Every Day, prosecutors across Los Angeles County depend on law enforcement officers to prove cases against community members. Precinct reports, officer observations, and police testimony are commonly considered by judges and juries as the strongest pieces of evidence against the accused. But, not only should an officer's word be subject to the same level of scrutiny as that of the general public, growing reports of law enforcement misconduct highlight the danger of formulaically depending on officers to secure a conviction. District Attorney Jackie Lacey can stop this insidious practice of prosecuting cases that hinge upon the testimony of law enforcement officers with demonstrated histories of dishonesty, violence, and racism.
L.A. County has historically been a place where officers can act with impunity in the streets, and then lie in the courtrooms. A few years ago, the Association of Los Angeles Deputy Sheriffs — a powerful union that donates the maximum amount to D.A. Lacey each time she runs for office — sued former Sheriff Jim McDonnell to stop him from sharing a list of 300 deputies with documented histories of dishonesty and other misconduct. As the California Supreme Court continues to review this case, newly-elected Sheriff Alex Villanueva has re-hired deputies previously fired for using unreasonable force and making false statements. Thus, it is no surprise that residents have little faith in those who have sworn to serve and protect. Last year, D.A. Lacey responded to outrage over her reliance on dishonest and abusive officers by instituting a disclosure policy mandating that defendants be informed of misconduct in an officer's past. But notification of wrongdoing is not enough. As District Attorney, Lacey has the power to block the influence of these officers. She can start by refusing to base prosecutions on officers who cannot be trusted.
Activist Patrisse Cullors recently shined a light on this important issue, calling on D.A. Lacey to stop building cases on unreliable law enforcement officers. Every prosecutor has a duty to seek justice. This mandate requires evaluating the credibility of all witnesses, including law enforcement. If D.A. Lacey hopes to ever become the public servant that Angelenos deserve, she must confront her office's focus on obtaining convictions at all costs and join the growing number of top prosecutors across the country using "Do Not Call" lists for untrustworthy officers.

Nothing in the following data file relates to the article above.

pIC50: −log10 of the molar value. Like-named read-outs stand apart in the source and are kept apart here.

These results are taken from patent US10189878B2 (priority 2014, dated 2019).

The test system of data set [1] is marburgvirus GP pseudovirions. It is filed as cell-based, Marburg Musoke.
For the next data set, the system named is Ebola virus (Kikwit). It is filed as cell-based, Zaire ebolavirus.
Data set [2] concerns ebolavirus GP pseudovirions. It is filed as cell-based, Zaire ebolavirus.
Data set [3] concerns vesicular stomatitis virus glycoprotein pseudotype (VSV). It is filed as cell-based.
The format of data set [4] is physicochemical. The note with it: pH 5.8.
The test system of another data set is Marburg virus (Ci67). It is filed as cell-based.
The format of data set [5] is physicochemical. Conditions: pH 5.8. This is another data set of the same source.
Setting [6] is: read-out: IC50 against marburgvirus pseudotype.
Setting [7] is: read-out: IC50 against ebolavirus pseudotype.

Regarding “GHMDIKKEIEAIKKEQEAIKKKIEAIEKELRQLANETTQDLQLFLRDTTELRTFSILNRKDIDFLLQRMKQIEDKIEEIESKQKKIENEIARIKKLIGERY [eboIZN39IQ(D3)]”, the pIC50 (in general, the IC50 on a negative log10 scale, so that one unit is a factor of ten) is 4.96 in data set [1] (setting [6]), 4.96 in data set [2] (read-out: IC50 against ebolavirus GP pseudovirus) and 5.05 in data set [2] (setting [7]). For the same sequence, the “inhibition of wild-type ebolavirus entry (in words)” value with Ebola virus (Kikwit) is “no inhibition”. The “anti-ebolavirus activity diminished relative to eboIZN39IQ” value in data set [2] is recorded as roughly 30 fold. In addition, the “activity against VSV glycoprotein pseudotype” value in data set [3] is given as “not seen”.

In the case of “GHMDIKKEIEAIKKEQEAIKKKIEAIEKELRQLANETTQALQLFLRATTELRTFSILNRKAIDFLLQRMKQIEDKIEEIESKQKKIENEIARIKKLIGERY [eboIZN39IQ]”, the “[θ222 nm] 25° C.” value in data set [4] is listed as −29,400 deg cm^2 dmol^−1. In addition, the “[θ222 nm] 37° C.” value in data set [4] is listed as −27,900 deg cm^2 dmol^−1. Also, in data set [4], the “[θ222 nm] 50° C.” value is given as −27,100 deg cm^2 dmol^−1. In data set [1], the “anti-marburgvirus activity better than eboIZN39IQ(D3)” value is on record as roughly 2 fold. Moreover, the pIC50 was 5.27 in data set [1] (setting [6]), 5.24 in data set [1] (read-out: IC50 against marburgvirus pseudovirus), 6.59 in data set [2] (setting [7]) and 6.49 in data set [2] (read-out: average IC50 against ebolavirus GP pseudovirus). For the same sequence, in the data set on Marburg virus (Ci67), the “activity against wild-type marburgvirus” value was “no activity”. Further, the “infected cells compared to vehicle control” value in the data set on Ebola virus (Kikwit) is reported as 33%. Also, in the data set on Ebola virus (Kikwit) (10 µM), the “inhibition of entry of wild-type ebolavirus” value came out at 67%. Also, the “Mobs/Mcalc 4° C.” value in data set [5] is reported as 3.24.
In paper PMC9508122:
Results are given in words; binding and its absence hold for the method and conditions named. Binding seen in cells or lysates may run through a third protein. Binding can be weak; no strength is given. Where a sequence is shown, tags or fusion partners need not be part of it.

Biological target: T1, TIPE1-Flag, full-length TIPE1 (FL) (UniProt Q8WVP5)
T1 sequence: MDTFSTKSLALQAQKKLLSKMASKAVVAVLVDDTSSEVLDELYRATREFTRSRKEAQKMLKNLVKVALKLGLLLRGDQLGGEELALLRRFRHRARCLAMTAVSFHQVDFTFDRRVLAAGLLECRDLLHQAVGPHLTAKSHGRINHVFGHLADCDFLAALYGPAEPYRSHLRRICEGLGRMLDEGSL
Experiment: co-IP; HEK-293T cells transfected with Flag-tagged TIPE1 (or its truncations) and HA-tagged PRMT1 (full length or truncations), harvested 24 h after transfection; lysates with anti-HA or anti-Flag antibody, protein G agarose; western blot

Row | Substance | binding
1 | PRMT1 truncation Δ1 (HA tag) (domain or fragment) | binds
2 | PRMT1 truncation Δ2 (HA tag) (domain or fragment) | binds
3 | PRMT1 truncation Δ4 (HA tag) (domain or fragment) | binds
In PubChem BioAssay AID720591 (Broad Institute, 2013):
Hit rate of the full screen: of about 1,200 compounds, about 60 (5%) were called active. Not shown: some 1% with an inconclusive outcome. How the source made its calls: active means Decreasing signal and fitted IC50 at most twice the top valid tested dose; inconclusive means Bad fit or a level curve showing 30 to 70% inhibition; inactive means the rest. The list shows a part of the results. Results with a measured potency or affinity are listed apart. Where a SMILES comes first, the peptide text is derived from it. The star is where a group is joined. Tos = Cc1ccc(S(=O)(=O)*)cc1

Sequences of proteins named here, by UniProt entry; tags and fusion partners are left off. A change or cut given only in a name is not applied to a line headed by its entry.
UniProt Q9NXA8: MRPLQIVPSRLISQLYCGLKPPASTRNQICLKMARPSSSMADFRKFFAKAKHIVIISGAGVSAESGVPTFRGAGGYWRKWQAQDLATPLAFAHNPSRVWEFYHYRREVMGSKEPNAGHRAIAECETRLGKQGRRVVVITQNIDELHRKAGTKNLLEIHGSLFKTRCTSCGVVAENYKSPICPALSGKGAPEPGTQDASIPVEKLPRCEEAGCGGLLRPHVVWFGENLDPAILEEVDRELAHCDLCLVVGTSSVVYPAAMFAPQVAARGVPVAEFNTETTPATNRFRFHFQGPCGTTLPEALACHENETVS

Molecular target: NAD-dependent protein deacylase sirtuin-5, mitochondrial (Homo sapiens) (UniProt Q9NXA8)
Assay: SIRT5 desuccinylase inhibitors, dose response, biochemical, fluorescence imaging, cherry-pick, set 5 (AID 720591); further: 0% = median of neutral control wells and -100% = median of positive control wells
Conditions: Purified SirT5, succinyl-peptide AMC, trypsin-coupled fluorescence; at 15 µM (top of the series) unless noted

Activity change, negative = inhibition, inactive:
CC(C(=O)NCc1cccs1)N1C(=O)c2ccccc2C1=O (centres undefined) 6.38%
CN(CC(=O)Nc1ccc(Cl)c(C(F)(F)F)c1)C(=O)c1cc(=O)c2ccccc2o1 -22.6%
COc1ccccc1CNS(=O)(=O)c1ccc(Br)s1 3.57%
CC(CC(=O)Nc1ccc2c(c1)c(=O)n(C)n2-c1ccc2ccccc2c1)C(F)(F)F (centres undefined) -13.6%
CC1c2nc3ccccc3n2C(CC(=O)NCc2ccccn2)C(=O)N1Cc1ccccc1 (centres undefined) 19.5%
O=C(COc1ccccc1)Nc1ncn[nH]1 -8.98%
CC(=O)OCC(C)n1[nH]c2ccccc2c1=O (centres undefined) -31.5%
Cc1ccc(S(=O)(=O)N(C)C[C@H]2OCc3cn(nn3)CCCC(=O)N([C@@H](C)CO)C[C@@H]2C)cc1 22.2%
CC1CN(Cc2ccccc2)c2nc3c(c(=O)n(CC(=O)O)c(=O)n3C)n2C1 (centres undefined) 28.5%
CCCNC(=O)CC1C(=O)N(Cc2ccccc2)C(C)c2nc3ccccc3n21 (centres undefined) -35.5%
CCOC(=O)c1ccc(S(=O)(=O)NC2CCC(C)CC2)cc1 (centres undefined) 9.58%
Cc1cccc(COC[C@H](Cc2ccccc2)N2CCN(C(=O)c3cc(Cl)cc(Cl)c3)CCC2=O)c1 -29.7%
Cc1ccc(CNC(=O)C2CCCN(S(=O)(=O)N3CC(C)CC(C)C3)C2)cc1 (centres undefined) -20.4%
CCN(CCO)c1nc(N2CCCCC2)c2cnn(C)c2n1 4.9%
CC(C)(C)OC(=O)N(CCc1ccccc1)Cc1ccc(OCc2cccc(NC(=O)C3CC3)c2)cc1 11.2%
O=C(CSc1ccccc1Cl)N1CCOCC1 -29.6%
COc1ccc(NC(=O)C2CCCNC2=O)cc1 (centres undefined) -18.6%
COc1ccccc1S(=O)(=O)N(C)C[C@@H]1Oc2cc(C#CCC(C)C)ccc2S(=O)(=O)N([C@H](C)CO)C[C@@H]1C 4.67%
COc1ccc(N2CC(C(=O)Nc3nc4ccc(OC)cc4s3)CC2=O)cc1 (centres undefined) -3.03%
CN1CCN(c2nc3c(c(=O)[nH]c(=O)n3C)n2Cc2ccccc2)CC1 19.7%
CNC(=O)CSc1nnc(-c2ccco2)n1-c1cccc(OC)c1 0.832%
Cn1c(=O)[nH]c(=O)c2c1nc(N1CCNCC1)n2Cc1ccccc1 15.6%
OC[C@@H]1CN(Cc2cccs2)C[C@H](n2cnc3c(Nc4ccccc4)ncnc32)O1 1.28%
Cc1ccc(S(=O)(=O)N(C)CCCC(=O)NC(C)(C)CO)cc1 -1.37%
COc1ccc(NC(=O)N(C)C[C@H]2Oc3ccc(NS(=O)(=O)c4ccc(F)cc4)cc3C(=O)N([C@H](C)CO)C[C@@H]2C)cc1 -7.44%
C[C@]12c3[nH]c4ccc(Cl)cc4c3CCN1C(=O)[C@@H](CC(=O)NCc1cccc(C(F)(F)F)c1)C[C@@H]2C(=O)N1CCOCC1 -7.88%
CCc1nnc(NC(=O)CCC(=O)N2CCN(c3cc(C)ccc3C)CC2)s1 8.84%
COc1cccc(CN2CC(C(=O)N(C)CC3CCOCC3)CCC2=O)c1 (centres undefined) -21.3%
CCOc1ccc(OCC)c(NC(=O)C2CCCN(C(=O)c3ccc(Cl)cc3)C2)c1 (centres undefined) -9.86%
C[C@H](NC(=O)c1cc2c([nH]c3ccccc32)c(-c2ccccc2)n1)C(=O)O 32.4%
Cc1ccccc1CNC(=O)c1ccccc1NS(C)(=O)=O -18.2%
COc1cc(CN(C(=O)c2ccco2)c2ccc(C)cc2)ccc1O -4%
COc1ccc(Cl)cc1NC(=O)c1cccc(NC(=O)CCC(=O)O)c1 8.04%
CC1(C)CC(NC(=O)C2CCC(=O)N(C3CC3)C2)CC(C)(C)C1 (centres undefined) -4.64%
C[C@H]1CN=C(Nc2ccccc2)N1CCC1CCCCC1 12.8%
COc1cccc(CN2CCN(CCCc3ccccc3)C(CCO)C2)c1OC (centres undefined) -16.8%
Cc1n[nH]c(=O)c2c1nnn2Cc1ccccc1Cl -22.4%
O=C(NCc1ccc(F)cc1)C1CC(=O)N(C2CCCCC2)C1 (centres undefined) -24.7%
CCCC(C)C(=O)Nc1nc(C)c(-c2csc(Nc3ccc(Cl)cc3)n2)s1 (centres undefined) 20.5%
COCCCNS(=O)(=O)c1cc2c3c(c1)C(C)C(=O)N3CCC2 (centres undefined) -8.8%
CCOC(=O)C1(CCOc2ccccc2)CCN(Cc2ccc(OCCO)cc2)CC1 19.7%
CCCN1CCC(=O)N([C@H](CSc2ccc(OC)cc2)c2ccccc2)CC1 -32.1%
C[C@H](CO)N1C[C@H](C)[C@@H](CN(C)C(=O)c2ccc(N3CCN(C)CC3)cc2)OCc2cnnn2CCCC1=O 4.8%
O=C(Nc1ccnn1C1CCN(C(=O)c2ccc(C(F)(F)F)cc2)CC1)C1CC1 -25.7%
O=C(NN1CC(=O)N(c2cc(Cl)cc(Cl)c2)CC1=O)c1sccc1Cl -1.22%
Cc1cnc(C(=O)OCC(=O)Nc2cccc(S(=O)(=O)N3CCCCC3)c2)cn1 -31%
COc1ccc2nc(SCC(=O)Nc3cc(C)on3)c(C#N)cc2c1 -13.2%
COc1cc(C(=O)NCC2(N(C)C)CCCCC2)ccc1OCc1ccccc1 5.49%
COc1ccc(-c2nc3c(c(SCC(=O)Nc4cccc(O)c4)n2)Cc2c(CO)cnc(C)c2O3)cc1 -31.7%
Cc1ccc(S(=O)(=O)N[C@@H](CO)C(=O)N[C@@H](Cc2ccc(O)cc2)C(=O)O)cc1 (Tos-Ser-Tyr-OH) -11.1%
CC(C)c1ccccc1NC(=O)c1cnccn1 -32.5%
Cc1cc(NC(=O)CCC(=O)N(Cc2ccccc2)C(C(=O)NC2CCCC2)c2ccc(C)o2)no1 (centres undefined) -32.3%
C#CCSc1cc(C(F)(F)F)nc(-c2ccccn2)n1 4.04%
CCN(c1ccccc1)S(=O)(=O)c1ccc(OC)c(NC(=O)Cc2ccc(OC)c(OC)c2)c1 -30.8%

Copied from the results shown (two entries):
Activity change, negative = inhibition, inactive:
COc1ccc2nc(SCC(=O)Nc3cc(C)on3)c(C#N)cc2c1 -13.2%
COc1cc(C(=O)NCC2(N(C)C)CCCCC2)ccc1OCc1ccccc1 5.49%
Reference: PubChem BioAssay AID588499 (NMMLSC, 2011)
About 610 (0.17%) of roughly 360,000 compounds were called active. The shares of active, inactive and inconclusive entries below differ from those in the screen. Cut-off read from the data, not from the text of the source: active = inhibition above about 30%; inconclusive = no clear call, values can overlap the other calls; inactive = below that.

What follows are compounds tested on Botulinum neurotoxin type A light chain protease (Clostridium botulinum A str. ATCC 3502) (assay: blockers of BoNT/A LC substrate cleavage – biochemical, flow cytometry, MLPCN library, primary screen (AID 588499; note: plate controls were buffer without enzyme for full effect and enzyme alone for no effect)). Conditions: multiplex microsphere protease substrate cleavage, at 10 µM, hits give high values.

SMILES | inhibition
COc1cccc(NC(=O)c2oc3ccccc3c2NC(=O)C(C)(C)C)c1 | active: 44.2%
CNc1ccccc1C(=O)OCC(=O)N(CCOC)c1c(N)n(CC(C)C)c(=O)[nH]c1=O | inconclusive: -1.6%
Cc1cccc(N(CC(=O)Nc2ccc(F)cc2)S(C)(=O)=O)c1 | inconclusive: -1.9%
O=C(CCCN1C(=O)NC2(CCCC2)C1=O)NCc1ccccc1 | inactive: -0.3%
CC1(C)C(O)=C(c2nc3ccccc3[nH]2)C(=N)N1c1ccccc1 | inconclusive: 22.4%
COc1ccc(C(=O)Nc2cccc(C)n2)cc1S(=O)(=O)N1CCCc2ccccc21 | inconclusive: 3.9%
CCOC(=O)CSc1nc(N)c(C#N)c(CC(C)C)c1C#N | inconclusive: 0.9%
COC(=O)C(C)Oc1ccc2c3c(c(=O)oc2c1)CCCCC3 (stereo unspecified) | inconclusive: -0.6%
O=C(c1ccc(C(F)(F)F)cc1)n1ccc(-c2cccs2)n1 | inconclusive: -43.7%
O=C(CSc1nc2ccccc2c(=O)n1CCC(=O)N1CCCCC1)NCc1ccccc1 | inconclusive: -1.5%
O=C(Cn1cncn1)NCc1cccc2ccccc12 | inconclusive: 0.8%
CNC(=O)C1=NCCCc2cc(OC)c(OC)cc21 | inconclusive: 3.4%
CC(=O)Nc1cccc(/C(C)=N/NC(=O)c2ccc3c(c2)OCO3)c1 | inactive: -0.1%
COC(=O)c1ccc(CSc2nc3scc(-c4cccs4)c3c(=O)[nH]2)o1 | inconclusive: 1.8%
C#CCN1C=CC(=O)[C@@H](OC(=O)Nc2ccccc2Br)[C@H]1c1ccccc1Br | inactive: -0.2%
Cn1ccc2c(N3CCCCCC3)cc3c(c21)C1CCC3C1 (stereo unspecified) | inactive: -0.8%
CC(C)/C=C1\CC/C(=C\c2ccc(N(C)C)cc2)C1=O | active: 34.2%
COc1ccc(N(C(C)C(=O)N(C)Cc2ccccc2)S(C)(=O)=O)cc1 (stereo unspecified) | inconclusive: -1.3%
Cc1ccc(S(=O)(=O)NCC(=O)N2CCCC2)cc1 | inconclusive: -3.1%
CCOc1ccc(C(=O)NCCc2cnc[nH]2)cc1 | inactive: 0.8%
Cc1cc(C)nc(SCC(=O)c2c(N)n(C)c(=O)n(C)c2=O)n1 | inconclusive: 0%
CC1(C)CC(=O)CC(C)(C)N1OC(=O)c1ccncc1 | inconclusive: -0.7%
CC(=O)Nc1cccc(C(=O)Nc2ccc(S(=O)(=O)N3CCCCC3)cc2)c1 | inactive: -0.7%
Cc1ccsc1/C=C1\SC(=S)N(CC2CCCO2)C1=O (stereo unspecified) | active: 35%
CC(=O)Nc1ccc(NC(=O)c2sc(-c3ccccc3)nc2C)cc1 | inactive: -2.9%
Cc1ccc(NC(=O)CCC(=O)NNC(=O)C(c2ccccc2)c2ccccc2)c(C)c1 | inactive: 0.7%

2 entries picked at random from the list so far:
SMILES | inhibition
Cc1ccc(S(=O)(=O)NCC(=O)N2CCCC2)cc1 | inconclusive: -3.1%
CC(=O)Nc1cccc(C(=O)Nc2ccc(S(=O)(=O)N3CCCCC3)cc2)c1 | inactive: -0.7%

The destructive practice of relying on racist, violent, and dishonest officers to prosecute L.A. residents must stop immediately. Tainted prosecutions lead to false convictions and make our communities less safe. Relying on the word of an officer who cannot be trusted harms both the victim and the accused, destabilizing families, and compromising the integrity of our criminal justice system. As law enforcement unions work tirelessly to cover up documented instances of lying, violence, and abuse, the time has come for D.A. Lacey to take an affirmative stance against this injustice.
We urge D.A. Lacey to immediately develop and implement a "Do Not Call" list, requiring all prosecutors in her office to decline cases that rely on statements from officers with histories of misconduct, dishonesty, racism, or bias. Her office should also reject all new cases and search warrant requests from officers on this list. Any case that involves officers named on the "Do Not Call" list will be undermined by their own misconduct, and as a result should be heavily scrutinized and subject to dismissal. Discriminatory and dishonest law enforcement practices are crippling L.A. County. Now is the time for change.
We can't wait any longer for justice.
Bend the Arc Jewish Action
Black Lives Matter-LA
Color of Change
Council on American-Islamic Relations (CAIR)
Californians United for a Responsible Budget (CURB)
Democratic Socialist of America-LA Prison Abolition Committee
Dignity and Power Now
East Area Progressive Democrats
Hang out and Do Good (HODG)
Immigrant Legal Resource Center (ILRC)
Interfaith Communities United for Justice and Peace (ICUJP)
Justice Not Jails, Interfaith Movement for Human Integrity
Smart Justice California
White People for Black Lives (WP4BL)